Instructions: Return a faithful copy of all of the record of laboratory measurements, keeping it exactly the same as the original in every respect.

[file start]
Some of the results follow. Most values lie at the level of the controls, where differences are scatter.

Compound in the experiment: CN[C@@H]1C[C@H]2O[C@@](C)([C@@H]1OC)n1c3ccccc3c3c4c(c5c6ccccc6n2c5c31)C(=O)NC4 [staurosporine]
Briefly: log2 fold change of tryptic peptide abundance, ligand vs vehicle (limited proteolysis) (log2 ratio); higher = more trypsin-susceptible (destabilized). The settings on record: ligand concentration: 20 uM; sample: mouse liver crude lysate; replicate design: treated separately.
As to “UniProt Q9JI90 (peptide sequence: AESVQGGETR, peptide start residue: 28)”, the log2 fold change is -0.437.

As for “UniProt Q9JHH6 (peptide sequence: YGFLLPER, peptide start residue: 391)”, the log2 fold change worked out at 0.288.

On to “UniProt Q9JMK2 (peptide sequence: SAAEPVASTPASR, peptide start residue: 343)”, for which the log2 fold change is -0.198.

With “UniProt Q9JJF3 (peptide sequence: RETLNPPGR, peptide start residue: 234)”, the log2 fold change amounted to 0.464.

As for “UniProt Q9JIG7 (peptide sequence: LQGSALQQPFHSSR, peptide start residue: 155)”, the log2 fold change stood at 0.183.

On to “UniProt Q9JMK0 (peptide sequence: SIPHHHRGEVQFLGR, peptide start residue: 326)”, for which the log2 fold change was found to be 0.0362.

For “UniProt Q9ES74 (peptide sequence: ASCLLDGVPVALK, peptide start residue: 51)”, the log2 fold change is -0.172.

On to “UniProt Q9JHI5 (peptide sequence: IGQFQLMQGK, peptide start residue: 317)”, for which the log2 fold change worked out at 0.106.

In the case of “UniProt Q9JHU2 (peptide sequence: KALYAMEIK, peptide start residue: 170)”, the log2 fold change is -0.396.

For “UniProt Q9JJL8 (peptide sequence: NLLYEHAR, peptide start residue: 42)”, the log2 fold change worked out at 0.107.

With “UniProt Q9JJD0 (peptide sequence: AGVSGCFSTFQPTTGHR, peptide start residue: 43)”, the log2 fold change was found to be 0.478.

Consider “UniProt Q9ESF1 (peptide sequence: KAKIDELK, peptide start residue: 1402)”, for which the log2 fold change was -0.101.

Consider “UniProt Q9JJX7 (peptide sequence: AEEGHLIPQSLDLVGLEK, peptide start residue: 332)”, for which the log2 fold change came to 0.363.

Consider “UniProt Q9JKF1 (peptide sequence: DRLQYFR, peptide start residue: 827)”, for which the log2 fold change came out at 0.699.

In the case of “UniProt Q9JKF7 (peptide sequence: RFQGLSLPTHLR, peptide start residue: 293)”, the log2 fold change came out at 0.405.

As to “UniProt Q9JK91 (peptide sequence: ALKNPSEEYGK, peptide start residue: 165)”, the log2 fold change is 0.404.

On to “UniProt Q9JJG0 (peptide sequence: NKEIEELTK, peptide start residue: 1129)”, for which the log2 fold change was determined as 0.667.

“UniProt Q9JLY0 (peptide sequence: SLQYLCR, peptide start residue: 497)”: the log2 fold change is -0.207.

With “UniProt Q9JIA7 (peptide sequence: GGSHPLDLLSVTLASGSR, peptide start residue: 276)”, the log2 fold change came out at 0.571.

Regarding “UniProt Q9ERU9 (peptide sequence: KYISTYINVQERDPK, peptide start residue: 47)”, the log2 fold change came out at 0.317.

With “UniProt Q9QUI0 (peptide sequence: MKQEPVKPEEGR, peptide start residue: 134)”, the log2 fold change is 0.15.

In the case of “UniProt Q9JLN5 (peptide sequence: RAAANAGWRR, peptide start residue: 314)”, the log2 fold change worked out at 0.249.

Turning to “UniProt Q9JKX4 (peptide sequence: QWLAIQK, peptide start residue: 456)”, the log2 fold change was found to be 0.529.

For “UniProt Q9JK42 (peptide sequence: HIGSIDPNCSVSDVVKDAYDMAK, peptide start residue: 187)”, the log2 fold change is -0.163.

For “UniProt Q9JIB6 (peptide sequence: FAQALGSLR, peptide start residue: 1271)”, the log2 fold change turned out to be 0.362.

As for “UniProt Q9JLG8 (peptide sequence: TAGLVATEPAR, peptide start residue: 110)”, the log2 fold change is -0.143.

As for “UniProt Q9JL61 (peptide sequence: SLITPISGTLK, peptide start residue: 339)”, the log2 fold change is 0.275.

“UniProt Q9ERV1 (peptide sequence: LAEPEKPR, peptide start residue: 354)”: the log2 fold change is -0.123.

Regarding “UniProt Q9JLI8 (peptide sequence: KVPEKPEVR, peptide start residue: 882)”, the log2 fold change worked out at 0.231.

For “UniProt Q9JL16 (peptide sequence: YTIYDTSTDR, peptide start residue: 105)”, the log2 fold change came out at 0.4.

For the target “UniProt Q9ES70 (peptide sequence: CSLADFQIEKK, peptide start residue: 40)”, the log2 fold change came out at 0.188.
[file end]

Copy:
Some of the results follow. Most values lie at the level of the controls, where differences are scatter.

Compound in the experiment: CN[C@@H]1C[C@H]2O[C@@](C)([C@@H]1OC)n1c3ccccc3c3c4c(c5c6ccccc6n2c5c31)C(=O)NC4 [staurosporine]
Briefly: log2 fold change of tryptic peptide abundance, ligand vs vehicle (limited proteolysis) (log2 ratio); higher = more trypsin-susceptible (destabilized). The settings on record: ligand concentration: 20 uM; sample: mouse liver crude lysate; replicate design: treated separately.
As to “UniProt Q9JI90 (peptide sequence: AESVQGGETR, peptide start residue: 28)”, the log2 fold change is -0.437.

As for “UniProt Q9JHH6 (peptide sequence: YGFLLPER, peptide start residue: 391)”, the log2 fold change worked out at 0.288.

On to “UniProt Q9JMK2 (peptide sequence: SAAEPVASTPASR, peptide start residue: 343)”, for which the log2 fold change is -0.198.

With “UniProt Q9JJF3 (peptide sequence: RETLNPPGR, peptide start residue: 234)”, the log2 fold change amounted to 0.464.

As for “UniProt Q9JIG7 (peptide sequence: LQGSALQQPFHSSR, peptide start residue: 155)”, the log2 fold change stood at 0.183.

On to “UniProt Q9JMK0 (peptide sequence: SIPHHHRGEVQFLGR, peptide start residue: 326)”, for which the log2 fold change was found to be 0.0362.

For “UniProt Q9ES74 (peptide sequence: ASCLLDGVPVALK, peptide start residue: 51)”, the log2 fold change is -0.172.

On to “UniProt Q9JHI5 (peptide sequence: IGQFQLMQGK, peptide start residue: 317)”, for which the log2 fold change worked out at 0.106.

In the case of “UniProt Q9JHU2 (peptide sequence: KALYAMEIK, peptide start residue: 170)”, the log2 fold change is -0.396.

For “UniProt Q9JJL8 (peptide sequence: NLLYEHAR, peptide start residue: 42)”, the log2 fold change worked out at 0.107.

With “UniProt Q9JJD0 (peptide sequence: AGVSGCFSTFQPTTGHR, peptide start residue: 43)”, the log2 fold change was found to be 0.478.

Consider “UniProt Q9ESF1 (peptide sequence: KAKIDELK, peptide start residue: 1402)”, for which the log2 fold change was -0.101.

Consider “UniProt Q9JJX7 (peptide sequence: AEEGHLIPQSLDLVGLEK, peptide start residue: 332)”, for which the log2 fold change came to 0.363.

Consider “UniProt Q9JKF1 (peptide sequence: DRLQYFR, peptide start residue: 827)”, for which the log2 fold change came out at 0.699.

In the case of “UniProt Q9JKF7 (peptide sequence: RFQGLSLPTHLR, peptide start residue: 293)”, the log2 fold change came out at 0.405.

As to “UniProt Q9JK91 (peptide sequence: ALKNPSEEYGK, peptide start residue: 165)”, the log2 fold change is 0.404.

On to “UniProt Q9JJG0 (peptide sequence: NKEIEELTK, peptide start residue: 1129)”, for which the log2 fold change was determined as 0.667.

“UniProt Q9JLY0 (peptide sequence: SLQYLCR, peptide start residue: 497)”: the log2 fold change is -0.207.

With “UniProt Q9JIA7 (peptide sequence: GGSHPLDLLSVTLASGSR, peptide start residue: 276)”, the log2 fold change came out at 0.571.

Regarding “UniProt Q9ERU9 (peptide sequence: KYISTYINVQERDPK, peptide start residue: 47)”, the log2 fold change came out at 0.317.

With “UniProt Q9QUI0 (peptide sequence: MKQEPVKPEEGR, peptide start residue: 134)”, the log2 fold change is 0.15.

In the case of “UniProt Q9JLN5 (peptide sequence: RAAANAGWRR, peptide start residue: 314)”, the log2 fold change worked out at 0.249.

Turning to “UniProt Q9JKX4 (peptide sequence: QWLAIQK, peptide start residue: 456)”, the log2 fold change was found to be 0.529.

For “UniProt Q9JK42 (peptide sequence: HIGSIDPNCSVSDVVKDAYDMAK, peptide start residue: 187)”, the log2 fold change is -0.163.

For “UniProt Q9JIB6 (peptide sequence: FAQALGSLR, peptide start residue: 1271)”, the log2 fold change turned out to be 0.362.

As for “UniProt Q9JLG8 (peptide sequence: TAGLVATEPAR, peptide start residue: 110)”, the log2 fold change is -0.143.

As for “UniProt Q9JL61 (peptide sequence: SLITPISGTLK, peptide start residue: 339)”, the log2 fold change is 0.275.

“UniProt Q9ERV1 (peptide sequence: LAEPEKPR, peptide start residue: 354)”: the log2 fold change is -0.123.

Regarding “UniProt Q9JLI8 (peptide sequence: KVPEKPEVR, peptide start residue: 882)”, the log2 fold change worked out at 0.231.

For “UniProt Q9JL16 (peptide sequence: YTIYDTSTDR, peptide start residue: 105)”, the log2 fold change came out at 0.4.

For the target “UniProt Q9ES70 (peptide sequence: CSLADFQIEKK, peptide start residue: 40)”, the log2 fold change came out at 0.188.